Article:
What did they do that was so radical yet effective? They changed the lives of these extremely needy and very sick people by giving them "wellness" advocates. They did it with 40 people - spending lavishly on them to improve their "wellness" and even with this huge spend they saved the "taxpayers" money - go figure.

The sick role is itself a cancer - that is the message I get from that experiment. Next they are going to spend even more time and money on 2,000 people. Next it will 20,000 people.

Simplicity in the field of health care delivery starts and ends with "wellness".

Stay well and have fun....

Trevor Gay said...

Hi Richard - CEO’s that I know don’t hear directly from the mouths of patients their own stories. Sure the CEO’s will hear comments/complaints second hand through their underlings or by reading letters of complaints; but I am talking about sitting down and actively listening to individual patients stories as part of their job at least three times per week. I worked with probably around 20 different CEO’s in my NHS career and none of them did that.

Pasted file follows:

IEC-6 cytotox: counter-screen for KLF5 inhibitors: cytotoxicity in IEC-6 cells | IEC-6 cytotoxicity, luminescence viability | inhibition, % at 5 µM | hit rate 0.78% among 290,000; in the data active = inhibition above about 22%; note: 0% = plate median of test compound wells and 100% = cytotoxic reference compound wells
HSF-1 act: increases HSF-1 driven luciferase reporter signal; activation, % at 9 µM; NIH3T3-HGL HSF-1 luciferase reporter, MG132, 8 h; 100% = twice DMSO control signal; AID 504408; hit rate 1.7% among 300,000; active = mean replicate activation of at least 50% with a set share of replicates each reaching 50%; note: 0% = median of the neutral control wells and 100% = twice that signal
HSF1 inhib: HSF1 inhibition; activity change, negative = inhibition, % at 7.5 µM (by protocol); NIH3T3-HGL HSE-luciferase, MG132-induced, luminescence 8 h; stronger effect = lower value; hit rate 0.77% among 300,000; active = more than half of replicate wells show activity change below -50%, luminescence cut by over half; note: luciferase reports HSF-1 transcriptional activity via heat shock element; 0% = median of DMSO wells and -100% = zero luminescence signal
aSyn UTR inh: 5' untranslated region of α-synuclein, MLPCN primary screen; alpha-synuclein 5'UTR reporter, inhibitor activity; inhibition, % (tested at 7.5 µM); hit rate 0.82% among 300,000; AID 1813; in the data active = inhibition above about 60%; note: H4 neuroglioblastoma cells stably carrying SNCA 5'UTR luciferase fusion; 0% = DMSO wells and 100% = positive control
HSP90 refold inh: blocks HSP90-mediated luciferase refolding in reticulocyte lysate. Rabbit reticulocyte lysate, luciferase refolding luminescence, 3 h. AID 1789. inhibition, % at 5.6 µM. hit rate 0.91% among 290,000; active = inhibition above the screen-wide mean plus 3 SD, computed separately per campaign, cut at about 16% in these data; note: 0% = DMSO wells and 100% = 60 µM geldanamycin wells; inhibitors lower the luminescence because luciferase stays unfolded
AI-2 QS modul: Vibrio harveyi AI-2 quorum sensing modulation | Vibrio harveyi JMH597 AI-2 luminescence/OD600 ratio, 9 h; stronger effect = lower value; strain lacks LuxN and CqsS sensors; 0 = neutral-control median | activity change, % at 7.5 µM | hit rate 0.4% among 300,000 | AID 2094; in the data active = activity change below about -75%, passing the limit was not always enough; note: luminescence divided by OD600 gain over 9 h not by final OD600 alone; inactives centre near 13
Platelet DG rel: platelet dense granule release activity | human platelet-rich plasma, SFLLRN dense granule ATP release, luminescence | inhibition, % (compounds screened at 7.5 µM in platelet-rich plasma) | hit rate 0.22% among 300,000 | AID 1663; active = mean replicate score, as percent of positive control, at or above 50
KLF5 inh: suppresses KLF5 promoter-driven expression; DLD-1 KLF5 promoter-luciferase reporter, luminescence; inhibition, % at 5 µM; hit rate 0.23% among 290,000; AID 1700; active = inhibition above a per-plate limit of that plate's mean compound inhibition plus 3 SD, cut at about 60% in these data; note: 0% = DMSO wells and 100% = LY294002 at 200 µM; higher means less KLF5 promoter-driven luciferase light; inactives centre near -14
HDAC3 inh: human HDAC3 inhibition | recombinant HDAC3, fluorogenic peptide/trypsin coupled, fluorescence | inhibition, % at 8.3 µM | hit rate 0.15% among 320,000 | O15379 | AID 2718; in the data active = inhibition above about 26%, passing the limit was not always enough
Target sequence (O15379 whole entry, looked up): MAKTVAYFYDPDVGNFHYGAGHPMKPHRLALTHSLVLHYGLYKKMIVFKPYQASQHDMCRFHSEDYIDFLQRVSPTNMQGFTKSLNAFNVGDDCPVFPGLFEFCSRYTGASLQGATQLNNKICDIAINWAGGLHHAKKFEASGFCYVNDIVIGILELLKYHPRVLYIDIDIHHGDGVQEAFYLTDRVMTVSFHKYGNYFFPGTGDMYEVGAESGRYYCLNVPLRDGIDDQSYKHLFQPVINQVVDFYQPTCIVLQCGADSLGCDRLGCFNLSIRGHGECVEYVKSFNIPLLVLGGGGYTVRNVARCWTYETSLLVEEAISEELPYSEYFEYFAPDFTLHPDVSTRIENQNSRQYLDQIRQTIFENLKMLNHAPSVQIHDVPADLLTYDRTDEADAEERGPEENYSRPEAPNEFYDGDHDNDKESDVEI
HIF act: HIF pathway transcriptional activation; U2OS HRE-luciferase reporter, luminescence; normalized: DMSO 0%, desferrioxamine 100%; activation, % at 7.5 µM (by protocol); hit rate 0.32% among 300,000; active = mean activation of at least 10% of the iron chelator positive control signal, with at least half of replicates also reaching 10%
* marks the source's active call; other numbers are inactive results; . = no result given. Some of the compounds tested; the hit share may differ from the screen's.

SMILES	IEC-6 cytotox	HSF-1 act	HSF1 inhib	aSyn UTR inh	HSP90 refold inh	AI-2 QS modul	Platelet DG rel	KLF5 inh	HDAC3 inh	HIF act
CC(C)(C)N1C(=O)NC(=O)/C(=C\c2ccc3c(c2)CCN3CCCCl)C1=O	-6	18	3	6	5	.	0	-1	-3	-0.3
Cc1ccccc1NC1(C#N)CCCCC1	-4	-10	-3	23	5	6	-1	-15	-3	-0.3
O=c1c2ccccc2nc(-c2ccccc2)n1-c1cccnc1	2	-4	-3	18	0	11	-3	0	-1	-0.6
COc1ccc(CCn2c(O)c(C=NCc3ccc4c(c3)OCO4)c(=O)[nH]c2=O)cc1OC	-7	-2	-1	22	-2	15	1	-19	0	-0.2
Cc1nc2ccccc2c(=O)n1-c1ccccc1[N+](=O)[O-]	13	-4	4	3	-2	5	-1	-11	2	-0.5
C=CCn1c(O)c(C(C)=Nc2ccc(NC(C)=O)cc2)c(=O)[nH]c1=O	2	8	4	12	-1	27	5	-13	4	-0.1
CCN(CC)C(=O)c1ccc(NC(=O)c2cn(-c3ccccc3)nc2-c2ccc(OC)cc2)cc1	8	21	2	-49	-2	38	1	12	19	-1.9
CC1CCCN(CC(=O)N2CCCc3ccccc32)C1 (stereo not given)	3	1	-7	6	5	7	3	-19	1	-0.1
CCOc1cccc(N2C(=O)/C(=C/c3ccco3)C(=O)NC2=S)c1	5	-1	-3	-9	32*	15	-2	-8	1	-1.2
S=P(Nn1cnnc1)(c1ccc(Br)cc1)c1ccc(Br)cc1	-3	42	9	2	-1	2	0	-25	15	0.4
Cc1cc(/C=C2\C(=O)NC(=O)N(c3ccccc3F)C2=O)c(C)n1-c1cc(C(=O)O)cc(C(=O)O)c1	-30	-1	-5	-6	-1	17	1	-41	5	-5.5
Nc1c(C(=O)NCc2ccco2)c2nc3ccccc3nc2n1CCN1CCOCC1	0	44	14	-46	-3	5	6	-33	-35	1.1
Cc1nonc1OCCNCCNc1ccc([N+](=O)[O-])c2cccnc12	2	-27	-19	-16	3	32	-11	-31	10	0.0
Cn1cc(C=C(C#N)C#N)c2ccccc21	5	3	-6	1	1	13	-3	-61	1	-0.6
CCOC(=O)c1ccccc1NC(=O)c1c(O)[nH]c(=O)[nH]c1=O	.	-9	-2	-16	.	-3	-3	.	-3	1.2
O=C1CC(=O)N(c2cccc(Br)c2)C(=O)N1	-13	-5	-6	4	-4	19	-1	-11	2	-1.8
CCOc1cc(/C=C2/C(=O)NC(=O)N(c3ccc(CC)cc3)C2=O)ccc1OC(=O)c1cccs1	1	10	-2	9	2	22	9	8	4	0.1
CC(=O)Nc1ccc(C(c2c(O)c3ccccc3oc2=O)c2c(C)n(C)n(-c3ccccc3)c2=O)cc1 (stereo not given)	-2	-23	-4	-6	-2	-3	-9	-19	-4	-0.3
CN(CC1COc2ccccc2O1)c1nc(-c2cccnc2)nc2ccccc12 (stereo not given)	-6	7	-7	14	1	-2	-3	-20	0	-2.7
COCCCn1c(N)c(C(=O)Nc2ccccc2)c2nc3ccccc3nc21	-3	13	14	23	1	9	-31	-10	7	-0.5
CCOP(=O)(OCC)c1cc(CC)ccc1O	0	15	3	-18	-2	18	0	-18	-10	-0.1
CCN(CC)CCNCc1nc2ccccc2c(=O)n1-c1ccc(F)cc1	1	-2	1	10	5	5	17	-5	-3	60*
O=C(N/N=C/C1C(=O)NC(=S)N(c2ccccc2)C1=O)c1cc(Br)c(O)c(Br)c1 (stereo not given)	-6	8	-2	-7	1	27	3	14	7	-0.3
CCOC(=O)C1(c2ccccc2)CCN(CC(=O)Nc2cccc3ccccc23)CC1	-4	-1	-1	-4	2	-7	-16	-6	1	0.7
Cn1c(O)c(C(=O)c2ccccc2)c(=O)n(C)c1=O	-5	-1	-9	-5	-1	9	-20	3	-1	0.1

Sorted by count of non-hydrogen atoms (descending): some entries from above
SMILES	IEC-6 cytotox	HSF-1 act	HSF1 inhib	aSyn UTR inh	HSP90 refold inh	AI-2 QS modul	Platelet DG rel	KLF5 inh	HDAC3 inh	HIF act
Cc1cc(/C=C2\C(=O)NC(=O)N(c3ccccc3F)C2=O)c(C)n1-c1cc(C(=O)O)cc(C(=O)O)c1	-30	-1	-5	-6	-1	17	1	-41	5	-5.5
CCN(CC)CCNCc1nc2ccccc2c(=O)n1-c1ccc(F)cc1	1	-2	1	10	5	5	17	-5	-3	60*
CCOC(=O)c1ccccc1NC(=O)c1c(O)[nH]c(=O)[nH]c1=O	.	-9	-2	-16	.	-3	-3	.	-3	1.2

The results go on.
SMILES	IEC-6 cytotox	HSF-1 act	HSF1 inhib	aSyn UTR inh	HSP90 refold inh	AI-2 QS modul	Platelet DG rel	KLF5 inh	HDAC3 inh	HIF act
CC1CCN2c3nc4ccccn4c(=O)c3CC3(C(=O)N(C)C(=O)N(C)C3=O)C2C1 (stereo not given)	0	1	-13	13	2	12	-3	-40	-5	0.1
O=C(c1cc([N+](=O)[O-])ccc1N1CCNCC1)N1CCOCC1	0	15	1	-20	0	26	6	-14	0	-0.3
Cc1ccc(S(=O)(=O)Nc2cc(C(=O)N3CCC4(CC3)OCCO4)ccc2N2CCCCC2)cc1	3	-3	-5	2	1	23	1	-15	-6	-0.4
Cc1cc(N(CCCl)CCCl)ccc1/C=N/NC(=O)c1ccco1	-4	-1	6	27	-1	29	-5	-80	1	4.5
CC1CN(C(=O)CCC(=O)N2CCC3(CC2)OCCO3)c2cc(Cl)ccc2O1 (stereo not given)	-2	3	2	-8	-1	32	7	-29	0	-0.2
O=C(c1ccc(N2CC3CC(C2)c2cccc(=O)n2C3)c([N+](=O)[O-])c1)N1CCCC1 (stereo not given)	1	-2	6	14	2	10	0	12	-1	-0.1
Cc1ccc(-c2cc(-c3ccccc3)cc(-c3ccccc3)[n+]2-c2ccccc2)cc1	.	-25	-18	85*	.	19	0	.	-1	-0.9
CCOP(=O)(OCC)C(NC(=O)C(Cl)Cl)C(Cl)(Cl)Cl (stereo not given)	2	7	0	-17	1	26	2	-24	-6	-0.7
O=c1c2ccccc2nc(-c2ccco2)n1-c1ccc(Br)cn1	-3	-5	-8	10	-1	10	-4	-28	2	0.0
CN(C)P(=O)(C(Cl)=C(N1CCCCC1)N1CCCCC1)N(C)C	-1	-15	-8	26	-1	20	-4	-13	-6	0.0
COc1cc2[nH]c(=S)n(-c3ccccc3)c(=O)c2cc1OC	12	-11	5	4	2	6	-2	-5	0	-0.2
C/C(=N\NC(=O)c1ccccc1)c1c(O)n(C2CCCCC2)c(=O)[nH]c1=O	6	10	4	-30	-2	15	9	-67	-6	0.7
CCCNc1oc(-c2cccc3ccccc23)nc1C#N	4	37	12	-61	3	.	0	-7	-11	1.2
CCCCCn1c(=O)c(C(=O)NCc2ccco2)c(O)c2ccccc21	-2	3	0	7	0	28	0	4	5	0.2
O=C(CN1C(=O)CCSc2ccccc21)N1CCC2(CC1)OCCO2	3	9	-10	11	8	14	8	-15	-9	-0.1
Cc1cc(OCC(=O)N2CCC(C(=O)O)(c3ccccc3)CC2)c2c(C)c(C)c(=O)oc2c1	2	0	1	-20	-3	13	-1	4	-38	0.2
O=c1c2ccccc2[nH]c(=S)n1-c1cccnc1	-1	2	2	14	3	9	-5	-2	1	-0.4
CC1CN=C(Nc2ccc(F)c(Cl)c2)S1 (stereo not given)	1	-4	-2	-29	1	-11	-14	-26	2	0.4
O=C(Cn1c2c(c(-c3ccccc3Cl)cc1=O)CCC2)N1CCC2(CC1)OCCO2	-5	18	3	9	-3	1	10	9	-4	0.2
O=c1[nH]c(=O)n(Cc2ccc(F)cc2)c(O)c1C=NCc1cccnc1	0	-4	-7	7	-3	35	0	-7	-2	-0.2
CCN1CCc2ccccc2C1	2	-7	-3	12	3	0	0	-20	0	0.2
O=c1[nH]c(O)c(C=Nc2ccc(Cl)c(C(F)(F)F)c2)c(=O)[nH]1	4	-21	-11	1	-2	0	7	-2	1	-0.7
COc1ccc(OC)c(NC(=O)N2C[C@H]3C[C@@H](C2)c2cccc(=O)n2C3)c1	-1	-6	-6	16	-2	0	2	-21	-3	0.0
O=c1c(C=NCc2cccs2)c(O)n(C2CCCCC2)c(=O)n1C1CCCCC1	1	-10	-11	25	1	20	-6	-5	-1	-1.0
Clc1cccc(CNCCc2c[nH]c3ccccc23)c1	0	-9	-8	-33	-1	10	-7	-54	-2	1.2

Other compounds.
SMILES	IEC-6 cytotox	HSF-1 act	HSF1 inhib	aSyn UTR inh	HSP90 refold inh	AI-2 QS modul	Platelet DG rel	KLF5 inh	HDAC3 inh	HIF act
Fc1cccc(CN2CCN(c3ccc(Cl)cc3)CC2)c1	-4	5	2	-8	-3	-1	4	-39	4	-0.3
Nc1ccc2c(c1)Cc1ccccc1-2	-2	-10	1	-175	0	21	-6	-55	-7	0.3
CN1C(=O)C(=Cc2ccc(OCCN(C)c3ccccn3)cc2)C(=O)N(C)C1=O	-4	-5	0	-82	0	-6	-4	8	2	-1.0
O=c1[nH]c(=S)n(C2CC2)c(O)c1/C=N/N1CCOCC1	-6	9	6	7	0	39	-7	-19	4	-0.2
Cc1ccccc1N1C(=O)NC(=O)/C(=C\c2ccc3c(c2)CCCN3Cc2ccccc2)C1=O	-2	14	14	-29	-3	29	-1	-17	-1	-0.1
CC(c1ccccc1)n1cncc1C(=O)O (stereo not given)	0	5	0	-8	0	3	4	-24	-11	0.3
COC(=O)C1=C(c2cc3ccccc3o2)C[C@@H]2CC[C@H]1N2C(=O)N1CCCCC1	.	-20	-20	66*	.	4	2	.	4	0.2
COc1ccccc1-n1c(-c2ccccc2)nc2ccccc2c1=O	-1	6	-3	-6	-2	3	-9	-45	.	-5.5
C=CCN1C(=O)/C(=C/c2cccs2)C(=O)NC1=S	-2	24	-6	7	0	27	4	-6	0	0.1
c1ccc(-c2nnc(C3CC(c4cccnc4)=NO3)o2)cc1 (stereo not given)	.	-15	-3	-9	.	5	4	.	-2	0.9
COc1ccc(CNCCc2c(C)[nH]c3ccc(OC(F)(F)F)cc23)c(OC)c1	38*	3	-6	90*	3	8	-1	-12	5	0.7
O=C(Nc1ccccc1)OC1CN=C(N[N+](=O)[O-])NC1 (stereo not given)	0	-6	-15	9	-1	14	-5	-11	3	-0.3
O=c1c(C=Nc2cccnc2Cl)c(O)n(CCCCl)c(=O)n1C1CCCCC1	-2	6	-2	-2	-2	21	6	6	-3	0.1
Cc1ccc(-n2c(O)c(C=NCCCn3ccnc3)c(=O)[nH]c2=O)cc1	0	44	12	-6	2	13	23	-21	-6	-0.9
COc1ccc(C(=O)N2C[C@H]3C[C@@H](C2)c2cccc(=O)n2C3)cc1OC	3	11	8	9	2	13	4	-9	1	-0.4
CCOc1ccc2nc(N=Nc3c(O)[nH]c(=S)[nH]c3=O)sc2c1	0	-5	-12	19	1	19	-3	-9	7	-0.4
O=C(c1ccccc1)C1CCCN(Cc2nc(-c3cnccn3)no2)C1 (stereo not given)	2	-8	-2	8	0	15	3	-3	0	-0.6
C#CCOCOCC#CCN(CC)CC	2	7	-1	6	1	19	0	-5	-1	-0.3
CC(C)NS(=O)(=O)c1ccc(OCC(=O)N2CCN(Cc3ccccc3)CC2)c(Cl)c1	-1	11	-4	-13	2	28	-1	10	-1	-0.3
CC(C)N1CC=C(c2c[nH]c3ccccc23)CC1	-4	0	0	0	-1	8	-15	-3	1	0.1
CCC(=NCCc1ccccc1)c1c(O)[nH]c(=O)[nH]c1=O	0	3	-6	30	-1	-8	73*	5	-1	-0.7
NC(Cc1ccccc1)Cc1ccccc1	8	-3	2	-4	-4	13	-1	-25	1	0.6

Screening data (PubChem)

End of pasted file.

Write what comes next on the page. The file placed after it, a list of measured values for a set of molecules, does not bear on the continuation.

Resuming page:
I am sure most CEO’s do care and want to improve things. I just think their job would be enriched if they spent time listening to patients.

I am with you 100% about changing the emphasis to wellness rather than focusing so much on sickness. The NHS here in the UK is focusing more on wellness nowadays. I have always said that mot people most of the time are well. We need to focus much more money resources and energy on promoting wellness because that is where the added value really is.